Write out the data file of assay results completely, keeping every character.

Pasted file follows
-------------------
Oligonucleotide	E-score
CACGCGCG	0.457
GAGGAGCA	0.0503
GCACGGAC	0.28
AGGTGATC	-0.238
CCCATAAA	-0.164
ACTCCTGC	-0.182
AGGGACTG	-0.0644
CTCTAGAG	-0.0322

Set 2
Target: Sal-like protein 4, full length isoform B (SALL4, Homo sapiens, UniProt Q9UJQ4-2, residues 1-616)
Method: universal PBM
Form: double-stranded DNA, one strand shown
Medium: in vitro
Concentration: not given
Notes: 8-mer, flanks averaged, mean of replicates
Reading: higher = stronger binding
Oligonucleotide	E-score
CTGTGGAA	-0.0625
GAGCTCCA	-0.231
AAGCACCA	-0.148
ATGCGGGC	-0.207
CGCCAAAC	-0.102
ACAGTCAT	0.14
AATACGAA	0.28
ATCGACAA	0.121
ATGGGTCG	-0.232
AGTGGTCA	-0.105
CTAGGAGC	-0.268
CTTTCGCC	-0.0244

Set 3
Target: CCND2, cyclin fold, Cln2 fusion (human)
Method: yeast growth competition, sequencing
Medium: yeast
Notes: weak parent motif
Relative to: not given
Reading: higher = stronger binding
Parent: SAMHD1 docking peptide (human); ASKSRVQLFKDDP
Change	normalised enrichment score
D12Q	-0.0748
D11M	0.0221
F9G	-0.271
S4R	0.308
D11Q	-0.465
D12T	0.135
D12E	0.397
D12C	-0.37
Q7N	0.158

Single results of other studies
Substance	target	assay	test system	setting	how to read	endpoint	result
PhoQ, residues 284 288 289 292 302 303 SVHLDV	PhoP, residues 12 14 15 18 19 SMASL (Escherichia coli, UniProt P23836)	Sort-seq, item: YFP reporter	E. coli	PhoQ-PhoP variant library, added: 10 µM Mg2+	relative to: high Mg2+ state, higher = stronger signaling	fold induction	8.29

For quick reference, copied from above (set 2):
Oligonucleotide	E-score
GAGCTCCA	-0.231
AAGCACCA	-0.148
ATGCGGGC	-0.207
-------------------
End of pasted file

Oligonucleotide	E-score
CACGCGCG	0.457
GAGGAGCA	0.0503
GCACGGAC	0.28
AGGTGATC	-0.238
CCCATAAA	-0.164
ACTCCTGC	-0.182
AGGGACTG	-0.0644
CTCTAGAG	-0.0322

Set 2
Target: Sal-like protein 4, full length isoform B (SALL4, Homo sapiens, UniProt Q9UJQ4-2, residues 1-616)
Method: universal PBM
Form: double-stranded DNA, one strand shown
Medium: in vitro
Concentration: not given
Notes: 8-mer, flanks averaged, mean of replicates
Reading: higher = stronger binding
Oligonucleotide	E-score
CTGTGGAA	-0.0625
GAGCTCCA	-0.231
AAGCACCA	-0.148
ATGCGGGC	-0.207
CGCCAAAC	-0.102
ACAGTCAT	0.14
AATACGAA	0.28
ATCGACAA	0.121
ATGGGTCG	-0.232
AGTGGTCA	-0.105
CTAGGAGC	-0.268
CTTTCGCC	-0.0244

Set 3
Target: CCND2, cyclin fold, Cln2 fusion (human)
Method: yeast growth competition, sequencing
Medium: yeast
Notes: weak parent motif
Relative to: not given
Reading: higher = stronger binding
Parent: SAMHD1 docking peptide (human); ASKSRVQLFKDDP
Change	normalised enrichment score
D12Q	-0.0748
D11M	0.0221
F9G	-0.271
S4R	0.308
D11Q	-0.465
D12T	0.135
D12E	0.397
D12C	-0.37
Q7N	0.158

Single results of other studies
Substance	target	assay	test system	setting	how to read	endpoint	result
PhoQ, residues 284 288 289 292 302 303 SVHLDV	PhoP, residues 12 14 15 18 19 SMASL (Escherichia coli, UniProt P23836)	Sort-seq, item: YFP reporter	E. coli	PhoQ-PhoP variant library, added: 10 µM Mg2+	relative to: high Mg2+ state, higher = stronger signaling	fold induction	8.29

For quick reference, copied from above (set 2):
Oligonucleotide	E-score
GAGCTCCA	-0.231
AAGCACCA	-0.148
ATGCGGGC	-0.207